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2018 Suzuki GSX-S750

Editor Score: 91.75%
Engine 19.0/20
Suspension/Handling 13.5/15
Transmission/Clutch 9.0/10
Brakes 9.0/10
Instruments/Controls4.5/5
Ergonomics/Comfort 9.0/10
Appearance/Quality 9.25/10
Desirability 9.0/10
Value 9.5/10
Overall Score91.75/100

We reject the accumulated knowledge of our forefathers at our own peril: Case in point, the 750cc inline-Four, the motorcycle that made Japan Japan nearly 50 years ago with the first Honda 750. We liked the GSX-S750 a lot when it was new in 2015, but it still lost out to the Yamaha FZ-09 in this comparison, due to various cost-cutting measures and a certain lack of refinement. Its screaming mimi of a high-revving powerplant was a big hit, though, and the rightness and lightness of the overall compact package was there from the beginning.

More For Less: $8K Four Vs. $8.2K Triple Vs. $8.7K Twin + Video

For 2018, Suzuki has done right by the GSX-S, seriously upgrading something like 75% of its components – enough for them to claim it’s an entirely new motorcycle. Well, that (steel) frame looks the same as before (but there’s a cool new also-steel swingarm). And while we’re still using the same 2005 GSX-R750 engine cases, there’s enough “new” going on for Suzuki to claim eight more horsepower up top – 112.6 at 10,500 rpm. The claim for the previous version was 104.6, which worked out to 96.1 rear-wheel hp at 10,300 rpm on the MotoGP Werks dyno.

Part of that increased power is due to reduced pumping losses thanks to big new pentagonal holes in the cylinder block, but most of it must be down to all-new ECU programming along with a new, freer-flowing exhaust: This one runs, from idle to redline, much nicer than the previous bike did, and there really wasn’t much to complain about with the old one. Suzuki says the new exhaust boosts low- and mid-range power (it does), while new ten-hole fuel injectors provide better atomization for increased combustion efficiency. Basically, from smooth burbly-quiet idle to screaming redline, this engine runs like a rheostat and never seems to miss a beat.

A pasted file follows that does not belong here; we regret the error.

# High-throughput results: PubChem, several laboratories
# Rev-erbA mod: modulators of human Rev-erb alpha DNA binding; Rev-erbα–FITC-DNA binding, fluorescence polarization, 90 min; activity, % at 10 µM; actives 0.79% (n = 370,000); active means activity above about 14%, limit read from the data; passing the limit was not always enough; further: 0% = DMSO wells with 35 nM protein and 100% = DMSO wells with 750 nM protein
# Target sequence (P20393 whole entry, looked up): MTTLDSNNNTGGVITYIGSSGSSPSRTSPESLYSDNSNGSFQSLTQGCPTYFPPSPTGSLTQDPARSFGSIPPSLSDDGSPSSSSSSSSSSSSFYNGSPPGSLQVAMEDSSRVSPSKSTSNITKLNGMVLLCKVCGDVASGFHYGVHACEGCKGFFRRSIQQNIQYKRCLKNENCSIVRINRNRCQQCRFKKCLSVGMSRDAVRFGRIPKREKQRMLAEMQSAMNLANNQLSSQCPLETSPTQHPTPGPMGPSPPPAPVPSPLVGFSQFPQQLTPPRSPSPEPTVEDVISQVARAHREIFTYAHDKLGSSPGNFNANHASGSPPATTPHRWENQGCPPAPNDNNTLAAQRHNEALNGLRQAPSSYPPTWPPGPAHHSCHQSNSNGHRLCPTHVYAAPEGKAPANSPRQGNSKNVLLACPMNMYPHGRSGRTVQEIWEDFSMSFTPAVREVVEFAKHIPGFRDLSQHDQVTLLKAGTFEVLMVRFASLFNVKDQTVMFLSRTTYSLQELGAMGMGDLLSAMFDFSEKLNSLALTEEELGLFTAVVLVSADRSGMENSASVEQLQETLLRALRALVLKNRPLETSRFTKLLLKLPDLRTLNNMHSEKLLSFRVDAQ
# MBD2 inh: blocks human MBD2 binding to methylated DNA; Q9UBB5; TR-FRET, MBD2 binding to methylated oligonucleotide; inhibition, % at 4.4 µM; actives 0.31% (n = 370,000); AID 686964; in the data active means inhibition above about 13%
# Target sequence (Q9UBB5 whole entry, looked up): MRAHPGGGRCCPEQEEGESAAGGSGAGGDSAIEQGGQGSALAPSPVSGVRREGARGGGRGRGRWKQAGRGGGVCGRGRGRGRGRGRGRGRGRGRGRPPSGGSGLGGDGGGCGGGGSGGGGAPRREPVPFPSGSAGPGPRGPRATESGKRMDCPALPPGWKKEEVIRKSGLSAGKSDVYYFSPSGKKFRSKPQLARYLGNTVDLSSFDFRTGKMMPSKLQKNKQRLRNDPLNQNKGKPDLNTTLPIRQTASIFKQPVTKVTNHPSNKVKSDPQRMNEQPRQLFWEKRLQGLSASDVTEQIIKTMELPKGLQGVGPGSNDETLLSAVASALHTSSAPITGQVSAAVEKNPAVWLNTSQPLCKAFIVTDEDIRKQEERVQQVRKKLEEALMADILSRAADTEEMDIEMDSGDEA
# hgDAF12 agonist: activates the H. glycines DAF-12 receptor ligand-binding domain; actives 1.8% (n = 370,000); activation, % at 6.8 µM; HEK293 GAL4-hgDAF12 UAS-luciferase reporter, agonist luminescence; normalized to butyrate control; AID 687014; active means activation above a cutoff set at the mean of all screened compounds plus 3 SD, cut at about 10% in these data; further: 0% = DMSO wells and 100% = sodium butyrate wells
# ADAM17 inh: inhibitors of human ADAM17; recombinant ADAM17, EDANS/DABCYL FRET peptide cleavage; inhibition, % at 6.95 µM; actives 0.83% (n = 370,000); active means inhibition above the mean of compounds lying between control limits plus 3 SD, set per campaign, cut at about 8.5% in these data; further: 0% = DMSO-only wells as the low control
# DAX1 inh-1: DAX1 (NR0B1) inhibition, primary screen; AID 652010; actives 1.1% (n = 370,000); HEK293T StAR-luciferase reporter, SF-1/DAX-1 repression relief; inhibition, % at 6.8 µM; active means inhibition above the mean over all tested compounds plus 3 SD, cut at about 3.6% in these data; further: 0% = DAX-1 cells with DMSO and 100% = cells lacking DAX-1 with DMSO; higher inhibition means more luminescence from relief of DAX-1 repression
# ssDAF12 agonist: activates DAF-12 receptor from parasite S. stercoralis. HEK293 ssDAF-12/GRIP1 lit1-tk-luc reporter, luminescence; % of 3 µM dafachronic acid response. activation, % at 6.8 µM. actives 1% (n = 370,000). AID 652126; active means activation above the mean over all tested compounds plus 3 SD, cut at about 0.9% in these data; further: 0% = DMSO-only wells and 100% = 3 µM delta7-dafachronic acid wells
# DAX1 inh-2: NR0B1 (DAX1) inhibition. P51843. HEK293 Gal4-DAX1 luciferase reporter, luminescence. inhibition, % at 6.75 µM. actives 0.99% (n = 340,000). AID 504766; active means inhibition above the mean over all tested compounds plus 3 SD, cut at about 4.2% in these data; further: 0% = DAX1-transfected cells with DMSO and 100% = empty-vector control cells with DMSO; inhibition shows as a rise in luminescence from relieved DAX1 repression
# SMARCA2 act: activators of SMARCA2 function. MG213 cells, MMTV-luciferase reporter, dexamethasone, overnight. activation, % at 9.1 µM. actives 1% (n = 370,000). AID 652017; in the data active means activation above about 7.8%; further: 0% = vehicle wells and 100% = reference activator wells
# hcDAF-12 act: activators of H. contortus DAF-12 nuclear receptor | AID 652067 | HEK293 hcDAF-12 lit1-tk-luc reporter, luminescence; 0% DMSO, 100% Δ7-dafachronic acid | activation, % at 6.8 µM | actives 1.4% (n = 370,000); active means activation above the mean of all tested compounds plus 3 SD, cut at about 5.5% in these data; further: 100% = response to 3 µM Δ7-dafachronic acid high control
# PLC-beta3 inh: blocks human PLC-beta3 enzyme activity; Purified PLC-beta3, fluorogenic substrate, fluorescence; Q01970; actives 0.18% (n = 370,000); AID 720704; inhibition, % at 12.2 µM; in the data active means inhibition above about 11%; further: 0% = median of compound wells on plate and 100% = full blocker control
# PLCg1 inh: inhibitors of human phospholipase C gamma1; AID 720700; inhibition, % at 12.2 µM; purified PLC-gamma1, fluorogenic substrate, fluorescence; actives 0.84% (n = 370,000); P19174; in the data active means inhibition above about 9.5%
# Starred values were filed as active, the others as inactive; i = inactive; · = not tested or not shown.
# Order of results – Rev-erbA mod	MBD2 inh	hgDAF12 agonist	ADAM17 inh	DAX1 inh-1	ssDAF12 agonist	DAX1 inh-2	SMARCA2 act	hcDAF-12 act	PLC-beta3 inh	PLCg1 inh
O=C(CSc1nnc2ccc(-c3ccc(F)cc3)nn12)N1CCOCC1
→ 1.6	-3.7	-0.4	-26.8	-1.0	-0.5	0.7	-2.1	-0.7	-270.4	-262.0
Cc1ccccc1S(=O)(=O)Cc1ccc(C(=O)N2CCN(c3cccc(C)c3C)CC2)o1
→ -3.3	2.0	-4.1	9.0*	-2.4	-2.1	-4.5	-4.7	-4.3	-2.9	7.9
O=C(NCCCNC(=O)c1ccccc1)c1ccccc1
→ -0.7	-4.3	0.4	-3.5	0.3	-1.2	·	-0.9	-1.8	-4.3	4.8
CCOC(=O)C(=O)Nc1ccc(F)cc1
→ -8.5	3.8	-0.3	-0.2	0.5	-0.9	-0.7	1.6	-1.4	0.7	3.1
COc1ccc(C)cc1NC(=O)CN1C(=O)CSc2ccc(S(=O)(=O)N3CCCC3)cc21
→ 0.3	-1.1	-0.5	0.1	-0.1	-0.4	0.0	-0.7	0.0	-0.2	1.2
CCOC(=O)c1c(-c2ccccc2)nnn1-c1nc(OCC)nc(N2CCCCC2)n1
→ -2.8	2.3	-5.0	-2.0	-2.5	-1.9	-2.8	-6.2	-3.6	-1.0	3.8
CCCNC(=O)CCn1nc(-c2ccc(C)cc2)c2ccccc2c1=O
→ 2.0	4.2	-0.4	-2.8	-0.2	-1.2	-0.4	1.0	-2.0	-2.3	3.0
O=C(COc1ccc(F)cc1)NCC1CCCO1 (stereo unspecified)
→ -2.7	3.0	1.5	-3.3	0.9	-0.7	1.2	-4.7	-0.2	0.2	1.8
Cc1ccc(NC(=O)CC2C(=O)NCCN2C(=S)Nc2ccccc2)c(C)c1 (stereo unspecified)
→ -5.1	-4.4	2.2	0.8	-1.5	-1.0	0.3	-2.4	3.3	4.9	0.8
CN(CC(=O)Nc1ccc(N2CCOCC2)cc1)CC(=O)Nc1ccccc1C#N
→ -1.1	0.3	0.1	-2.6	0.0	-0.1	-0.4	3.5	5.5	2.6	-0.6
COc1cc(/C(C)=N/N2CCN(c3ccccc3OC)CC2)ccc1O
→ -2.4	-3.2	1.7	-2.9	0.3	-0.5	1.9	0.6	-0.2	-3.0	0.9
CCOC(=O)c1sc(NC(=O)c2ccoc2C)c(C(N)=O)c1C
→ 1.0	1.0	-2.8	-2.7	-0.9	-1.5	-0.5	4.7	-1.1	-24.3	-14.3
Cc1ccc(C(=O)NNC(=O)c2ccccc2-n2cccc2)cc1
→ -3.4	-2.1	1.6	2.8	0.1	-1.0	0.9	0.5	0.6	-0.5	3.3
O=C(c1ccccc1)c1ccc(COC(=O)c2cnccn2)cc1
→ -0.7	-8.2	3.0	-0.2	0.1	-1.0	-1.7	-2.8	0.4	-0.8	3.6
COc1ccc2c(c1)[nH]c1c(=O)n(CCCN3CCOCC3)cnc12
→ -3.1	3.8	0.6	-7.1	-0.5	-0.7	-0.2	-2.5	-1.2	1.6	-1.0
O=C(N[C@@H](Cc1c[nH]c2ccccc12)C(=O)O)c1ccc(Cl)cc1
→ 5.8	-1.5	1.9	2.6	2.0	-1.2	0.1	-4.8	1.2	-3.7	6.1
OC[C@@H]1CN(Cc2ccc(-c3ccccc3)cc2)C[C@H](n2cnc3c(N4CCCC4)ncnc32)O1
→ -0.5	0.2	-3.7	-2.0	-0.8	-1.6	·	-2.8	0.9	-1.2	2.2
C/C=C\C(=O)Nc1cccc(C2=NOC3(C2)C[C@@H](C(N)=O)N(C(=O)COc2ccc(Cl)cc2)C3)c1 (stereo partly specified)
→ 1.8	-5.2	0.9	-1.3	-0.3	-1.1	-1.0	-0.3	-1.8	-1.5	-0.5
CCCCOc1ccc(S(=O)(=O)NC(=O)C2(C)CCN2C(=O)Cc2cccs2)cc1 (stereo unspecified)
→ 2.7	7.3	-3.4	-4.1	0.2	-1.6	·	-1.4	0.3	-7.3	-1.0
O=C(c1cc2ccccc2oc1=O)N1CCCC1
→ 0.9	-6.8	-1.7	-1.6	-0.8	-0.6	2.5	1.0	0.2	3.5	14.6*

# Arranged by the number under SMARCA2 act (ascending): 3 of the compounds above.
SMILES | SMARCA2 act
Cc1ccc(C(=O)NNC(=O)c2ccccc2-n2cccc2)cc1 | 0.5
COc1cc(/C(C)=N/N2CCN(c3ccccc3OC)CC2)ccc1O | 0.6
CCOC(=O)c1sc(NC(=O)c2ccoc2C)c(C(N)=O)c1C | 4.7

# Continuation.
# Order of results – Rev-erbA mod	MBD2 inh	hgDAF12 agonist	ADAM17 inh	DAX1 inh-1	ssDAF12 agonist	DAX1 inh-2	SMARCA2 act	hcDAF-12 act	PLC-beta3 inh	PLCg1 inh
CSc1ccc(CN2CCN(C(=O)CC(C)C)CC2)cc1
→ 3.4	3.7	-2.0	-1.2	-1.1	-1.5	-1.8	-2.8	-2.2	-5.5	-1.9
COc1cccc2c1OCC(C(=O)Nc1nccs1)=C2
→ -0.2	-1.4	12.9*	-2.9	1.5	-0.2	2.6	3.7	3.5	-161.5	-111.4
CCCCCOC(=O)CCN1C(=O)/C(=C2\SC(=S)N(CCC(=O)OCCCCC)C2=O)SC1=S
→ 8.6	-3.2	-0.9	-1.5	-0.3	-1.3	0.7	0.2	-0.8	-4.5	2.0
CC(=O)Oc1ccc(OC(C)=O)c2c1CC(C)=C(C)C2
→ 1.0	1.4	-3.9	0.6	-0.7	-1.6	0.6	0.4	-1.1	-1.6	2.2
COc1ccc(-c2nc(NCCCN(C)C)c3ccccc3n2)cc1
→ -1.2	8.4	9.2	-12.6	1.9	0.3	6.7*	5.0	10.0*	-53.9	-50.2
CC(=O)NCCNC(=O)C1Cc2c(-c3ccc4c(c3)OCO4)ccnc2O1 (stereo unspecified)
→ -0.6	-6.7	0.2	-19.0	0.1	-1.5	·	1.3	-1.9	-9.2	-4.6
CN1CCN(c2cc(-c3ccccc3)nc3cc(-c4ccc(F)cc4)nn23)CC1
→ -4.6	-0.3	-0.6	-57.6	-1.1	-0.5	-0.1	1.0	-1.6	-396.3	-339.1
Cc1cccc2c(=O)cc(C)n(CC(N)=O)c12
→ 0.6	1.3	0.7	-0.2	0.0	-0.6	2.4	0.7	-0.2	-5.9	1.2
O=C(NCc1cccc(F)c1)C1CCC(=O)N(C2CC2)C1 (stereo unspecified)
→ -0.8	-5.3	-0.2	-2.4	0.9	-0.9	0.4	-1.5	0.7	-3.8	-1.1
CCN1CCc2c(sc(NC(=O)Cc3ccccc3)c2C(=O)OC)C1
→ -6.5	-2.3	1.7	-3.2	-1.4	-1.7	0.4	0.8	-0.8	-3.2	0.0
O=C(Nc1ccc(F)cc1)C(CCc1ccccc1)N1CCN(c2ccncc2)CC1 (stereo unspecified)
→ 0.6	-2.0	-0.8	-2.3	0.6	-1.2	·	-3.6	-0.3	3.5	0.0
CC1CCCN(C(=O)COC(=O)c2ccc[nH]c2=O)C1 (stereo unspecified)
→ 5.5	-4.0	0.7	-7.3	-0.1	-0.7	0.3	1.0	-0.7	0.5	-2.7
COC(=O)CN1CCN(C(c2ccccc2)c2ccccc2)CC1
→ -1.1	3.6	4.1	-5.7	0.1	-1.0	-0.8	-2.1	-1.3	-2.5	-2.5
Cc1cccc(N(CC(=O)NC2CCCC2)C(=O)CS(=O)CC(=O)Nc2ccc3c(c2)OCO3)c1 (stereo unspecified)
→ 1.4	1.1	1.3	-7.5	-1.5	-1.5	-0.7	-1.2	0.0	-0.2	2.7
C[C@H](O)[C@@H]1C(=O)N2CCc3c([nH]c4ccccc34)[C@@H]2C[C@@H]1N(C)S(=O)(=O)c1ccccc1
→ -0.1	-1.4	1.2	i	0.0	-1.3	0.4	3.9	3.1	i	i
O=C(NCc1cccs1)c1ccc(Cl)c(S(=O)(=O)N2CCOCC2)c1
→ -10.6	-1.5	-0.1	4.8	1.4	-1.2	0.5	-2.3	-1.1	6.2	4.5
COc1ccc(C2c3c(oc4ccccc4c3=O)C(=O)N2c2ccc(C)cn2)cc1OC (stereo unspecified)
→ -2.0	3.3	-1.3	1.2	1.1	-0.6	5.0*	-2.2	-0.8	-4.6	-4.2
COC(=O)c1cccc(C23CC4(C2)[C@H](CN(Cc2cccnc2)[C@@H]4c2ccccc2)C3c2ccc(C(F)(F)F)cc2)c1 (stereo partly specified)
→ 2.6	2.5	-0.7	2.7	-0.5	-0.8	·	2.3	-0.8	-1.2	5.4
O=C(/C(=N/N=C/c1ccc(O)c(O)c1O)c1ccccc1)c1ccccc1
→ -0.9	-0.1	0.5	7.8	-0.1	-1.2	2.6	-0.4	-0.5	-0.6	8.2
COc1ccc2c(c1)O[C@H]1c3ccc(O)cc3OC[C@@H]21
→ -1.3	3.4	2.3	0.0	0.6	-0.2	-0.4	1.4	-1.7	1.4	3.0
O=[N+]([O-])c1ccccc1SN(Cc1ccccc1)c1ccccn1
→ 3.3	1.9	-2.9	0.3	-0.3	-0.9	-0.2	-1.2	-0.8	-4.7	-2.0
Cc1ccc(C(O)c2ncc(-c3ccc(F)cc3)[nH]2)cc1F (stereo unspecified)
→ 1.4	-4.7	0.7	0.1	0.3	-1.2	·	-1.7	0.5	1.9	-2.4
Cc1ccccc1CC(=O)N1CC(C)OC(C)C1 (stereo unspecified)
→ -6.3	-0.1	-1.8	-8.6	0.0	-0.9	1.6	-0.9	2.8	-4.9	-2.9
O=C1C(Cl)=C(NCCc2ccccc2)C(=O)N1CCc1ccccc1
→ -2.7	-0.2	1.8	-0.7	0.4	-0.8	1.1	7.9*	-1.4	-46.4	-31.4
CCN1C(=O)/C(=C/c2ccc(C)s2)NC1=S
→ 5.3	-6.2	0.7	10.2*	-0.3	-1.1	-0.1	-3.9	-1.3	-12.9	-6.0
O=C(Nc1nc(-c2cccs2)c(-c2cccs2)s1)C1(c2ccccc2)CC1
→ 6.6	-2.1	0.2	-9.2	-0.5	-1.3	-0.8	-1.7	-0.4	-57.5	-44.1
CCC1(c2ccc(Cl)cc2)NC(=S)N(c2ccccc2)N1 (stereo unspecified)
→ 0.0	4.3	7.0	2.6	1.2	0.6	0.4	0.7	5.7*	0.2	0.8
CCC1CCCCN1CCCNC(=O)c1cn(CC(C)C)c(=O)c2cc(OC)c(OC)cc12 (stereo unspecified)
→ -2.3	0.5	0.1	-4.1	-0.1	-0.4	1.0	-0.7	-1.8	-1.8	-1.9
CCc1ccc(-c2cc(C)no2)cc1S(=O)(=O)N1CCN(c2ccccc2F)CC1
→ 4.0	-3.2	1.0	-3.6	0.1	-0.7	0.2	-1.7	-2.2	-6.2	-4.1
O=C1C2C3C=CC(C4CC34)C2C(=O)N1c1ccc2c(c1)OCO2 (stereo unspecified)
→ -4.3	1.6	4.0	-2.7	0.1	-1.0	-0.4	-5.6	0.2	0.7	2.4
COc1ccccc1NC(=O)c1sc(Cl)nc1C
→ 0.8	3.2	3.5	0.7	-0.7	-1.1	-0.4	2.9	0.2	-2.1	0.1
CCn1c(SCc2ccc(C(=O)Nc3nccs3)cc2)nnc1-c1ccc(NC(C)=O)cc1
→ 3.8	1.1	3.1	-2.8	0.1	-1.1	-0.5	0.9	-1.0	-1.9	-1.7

The big holes in the middle of the cylinder block reduce pumping losses. Suzuki likes the 2005 GSX-R750 cases for the more upright angle of the cylinders and the stacked gearbox shafts, which allows for a shorter, more compact streetbike.

There’s also a bigger airbox, tuned to provide enhanced auditory enjoyment of the four-cylinder symphony Suzuki claims as its heritage – the 180-crank version in particular, which needs no stinking balancers or weird crankshafts to add weight and dilute the experience. Finally, final-drive gearing is a bit shorter, to let you get into the upper registers that much quicker.

Lane-splitting home through L.A. traffic after a day in the mountains, it really was nice to note that the little screamer is also perfectly happy to pootle along below 2000 rpm and 30 mph in sixth gear, completely smoothly and quiet enough that you’d think you were riding an electric bike. Rolling it open from there gives strong-enough, jerk-free acceleration, and plenty more of it if you kick it down a gear or two.

In tight mountain-road going, the new bike is an even bigger hoot than before. Increased midrange power means you don’t need to flog it quite as hard to maintain momentum (but you still can if you want to, for maximum velocity), and when the tachometer bar gets to about 7500, there’s a new banshee wail I don’t recall the old bike having: Past about 8,000 rpm, the afterburner is truly lit, and keeping it that way is pure sportbike pleasure, thanks to the lubricious six-speed gearbox and new back torque-limiting clutch.

I’m personally on record as being a big fan of the GSX-S1000. All the big nakeds, with their excellent low-rpm lunge, are big fun on backroads, but you’re not getting the throttle all the way open so much on them. There’s something more rewarding about using more rpm, having to coordinate and execute more shifts while you deal with all the other slings and chipmunks the road throws at you. There’s a greater sense of mastery when you get it right on the 750, just because its reduced torque requires more rider participation.